Thousands of friends, family and strangers gathered in the darkness at the dawn service yesterday to honour those who fought for Australia.
All murmurs ceased as the catafalque party took their positions, the half-mast flags flapping in the bitingly cold breeze.
Orange RSL sub branch president Brian Merchant was moved by the reverence shown by the exceptionally large crowd.
“Everybody was very quiet and respectful,” he said.
“The Anzac spirit is so strong here in Orange.”
Orange Evangelical Church senior minister Bruce Bennett gave the address, calling upon those gathered to question why they braved the near-freezing temperatures to attend a service conducted in the pitch dark.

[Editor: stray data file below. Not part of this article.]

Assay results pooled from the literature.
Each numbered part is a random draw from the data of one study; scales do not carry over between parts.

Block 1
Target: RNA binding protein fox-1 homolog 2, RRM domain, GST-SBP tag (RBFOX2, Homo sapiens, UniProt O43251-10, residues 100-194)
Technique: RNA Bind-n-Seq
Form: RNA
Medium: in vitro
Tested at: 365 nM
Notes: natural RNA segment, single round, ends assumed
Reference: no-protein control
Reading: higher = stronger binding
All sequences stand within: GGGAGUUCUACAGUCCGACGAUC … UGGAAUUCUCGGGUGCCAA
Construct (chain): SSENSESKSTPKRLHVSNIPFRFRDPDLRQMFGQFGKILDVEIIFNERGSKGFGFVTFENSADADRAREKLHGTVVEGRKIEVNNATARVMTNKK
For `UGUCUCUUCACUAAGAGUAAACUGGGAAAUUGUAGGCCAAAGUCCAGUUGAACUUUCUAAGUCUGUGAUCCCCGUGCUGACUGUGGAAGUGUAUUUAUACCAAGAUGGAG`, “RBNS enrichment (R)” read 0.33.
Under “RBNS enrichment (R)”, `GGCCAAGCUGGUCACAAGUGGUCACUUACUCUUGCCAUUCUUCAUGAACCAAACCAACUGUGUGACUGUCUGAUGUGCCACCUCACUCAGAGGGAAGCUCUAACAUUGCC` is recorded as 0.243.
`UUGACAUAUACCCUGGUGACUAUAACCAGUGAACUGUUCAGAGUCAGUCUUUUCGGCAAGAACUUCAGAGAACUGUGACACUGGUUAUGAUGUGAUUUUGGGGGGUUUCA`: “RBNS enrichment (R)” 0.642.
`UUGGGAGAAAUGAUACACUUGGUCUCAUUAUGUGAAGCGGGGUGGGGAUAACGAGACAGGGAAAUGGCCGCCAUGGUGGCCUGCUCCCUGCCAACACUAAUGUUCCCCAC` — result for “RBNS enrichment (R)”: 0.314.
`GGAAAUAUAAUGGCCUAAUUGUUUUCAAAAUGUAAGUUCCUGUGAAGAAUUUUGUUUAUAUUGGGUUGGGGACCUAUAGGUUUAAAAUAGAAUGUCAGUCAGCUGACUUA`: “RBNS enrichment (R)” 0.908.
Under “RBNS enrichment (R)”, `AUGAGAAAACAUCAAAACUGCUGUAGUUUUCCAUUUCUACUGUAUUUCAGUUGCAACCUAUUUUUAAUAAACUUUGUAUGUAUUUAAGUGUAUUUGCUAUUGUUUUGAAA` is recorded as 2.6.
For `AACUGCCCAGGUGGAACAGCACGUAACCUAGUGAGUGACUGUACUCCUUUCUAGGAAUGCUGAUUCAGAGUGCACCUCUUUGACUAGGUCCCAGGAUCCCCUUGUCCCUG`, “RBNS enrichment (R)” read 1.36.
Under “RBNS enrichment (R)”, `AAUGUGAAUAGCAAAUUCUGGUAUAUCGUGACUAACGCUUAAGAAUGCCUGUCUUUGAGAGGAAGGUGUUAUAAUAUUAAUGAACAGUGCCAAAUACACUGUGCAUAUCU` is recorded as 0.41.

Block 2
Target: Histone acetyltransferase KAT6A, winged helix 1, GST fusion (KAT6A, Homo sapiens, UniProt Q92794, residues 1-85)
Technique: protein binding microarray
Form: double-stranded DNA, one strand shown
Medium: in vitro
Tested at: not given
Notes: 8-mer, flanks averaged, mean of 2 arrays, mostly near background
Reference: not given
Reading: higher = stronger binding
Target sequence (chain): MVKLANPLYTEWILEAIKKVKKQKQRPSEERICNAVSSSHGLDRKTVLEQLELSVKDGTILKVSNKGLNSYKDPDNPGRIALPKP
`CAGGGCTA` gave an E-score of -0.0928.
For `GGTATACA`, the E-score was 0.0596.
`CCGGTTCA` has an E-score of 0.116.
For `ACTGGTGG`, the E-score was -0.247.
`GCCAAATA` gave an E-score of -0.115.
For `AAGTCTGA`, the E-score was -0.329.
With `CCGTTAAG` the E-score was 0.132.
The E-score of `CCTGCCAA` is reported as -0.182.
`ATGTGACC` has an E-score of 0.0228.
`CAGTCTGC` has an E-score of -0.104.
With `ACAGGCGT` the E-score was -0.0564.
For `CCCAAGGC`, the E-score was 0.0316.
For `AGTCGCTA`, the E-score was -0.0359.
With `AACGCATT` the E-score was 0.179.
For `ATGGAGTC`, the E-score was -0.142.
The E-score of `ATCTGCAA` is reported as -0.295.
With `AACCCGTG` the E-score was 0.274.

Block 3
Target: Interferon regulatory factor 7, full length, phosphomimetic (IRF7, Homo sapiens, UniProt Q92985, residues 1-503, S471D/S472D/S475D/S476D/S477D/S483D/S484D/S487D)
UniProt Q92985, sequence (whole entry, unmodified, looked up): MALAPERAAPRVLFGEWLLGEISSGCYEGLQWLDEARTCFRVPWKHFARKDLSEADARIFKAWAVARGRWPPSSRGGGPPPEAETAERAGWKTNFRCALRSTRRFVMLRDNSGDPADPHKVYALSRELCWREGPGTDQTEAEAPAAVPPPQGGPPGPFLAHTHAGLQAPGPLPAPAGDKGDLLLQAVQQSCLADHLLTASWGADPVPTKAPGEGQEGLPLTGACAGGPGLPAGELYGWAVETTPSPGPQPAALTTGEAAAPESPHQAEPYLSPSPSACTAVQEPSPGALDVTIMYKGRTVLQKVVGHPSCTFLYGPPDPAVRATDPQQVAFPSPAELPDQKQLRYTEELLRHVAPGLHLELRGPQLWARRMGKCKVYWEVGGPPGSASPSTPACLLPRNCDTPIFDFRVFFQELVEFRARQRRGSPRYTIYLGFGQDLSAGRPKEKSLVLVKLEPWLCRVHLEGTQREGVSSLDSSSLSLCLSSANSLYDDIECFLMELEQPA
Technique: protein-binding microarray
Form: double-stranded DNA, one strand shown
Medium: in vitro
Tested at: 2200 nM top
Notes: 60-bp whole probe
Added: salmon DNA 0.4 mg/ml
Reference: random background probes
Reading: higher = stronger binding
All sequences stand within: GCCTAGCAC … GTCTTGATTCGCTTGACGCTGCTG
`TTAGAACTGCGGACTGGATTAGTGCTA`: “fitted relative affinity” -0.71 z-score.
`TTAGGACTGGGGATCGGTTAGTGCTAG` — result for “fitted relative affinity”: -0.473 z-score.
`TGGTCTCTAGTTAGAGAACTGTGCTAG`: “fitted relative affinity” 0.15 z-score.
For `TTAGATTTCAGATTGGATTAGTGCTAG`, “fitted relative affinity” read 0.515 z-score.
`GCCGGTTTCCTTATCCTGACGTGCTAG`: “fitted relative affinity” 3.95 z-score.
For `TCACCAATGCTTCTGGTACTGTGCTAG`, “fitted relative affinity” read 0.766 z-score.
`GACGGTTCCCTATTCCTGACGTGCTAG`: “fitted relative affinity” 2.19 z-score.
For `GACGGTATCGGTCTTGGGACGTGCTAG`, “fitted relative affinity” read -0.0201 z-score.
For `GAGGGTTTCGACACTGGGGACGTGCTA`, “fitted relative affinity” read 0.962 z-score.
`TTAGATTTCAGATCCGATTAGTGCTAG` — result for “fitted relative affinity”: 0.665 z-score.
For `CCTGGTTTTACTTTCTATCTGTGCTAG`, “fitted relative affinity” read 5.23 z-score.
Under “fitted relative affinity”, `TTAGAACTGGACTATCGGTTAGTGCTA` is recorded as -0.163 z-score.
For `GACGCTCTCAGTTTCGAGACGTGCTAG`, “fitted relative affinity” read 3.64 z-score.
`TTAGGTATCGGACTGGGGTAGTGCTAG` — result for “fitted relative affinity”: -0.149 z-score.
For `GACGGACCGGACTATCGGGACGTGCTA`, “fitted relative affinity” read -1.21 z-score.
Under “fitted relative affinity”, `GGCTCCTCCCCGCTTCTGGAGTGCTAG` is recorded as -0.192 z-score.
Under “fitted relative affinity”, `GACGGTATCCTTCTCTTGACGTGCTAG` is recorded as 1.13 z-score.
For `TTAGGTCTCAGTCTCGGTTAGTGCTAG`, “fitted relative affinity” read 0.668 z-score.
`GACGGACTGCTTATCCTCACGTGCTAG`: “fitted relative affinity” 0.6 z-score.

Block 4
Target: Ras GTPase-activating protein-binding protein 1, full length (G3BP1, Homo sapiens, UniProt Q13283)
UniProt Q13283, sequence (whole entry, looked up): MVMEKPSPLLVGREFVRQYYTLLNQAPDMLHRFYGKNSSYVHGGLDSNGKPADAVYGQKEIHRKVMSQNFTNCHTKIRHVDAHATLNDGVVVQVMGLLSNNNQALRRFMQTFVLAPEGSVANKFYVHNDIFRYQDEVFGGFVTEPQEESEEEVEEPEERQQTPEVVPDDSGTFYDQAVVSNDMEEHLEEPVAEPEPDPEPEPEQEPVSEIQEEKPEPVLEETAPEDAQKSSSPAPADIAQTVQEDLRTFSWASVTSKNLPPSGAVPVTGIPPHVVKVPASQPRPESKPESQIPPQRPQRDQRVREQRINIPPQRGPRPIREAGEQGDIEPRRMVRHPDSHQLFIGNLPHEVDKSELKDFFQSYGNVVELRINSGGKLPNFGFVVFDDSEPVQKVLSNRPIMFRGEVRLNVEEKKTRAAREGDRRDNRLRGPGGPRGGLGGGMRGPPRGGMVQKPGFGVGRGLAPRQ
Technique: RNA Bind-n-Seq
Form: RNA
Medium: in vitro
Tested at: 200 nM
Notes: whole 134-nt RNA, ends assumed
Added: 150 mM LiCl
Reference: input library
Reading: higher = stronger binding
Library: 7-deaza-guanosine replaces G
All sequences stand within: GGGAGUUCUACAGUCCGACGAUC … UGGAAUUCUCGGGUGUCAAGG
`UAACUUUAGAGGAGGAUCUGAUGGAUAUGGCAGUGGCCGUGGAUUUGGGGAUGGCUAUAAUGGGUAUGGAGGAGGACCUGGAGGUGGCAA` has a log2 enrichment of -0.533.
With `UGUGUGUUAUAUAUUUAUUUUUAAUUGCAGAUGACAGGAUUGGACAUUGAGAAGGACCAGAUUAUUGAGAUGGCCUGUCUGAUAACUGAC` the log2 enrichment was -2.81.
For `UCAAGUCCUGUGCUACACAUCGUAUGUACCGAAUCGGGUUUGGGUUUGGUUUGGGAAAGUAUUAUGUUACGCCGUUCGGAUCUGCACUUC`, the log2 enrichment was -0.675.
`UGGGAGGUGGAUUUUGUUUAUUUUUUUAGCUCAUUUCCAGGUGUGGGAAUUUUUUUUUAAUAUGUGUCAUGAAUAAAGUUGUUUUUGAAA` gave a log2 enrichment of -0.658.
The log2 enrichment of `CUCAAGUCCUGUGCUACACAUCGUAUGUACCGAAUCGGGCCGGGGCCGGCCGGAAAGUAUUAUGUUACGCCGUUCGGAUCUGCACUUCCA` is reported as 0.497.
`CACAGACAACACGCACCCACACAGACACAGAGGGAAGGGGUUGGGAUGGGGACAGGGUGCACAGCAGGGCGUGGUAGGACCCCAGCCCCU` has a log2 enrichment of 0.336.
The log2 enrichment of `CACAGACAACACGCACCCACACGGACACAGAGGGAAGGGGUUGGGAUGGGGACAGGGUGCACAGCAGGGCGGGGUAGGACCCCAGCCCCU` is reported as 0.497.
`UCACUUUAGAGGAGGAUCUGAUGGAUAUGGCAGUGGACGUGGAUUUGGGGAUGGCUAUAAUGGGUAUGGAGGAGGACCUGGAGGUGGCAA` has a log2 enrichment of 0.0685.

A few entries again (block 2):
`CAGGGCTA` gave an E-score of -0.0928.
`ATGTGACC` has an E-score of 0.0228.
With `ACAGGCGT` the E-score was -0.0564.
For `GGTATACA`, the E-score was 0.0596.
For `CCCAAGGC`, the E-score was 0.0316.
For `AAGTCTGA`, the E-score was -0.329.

“There is one answer and one reason why we gather in these conditions,” he said.
“We gather to honour personal sacrifice because not honouring is less than human.”
Mr Bennett spoke of a town in Belguim called Ypres where more than 90,000 soldiers were killed in World War I and were never identified.
Every night at 8pm the town shuts down for a service in honour of those who were lost.
Mr Bennett said it was this kind of commitment that compelled people to inconvenience themselves in a small way and attend the dawn service.
Derek Johns played the Last Post as the sun slowly crept over the horizon.
A breakfast of rum-laced coffee, sausage rolls, pies and sandwiches followed the cermony at the Orange Ex-Services Club.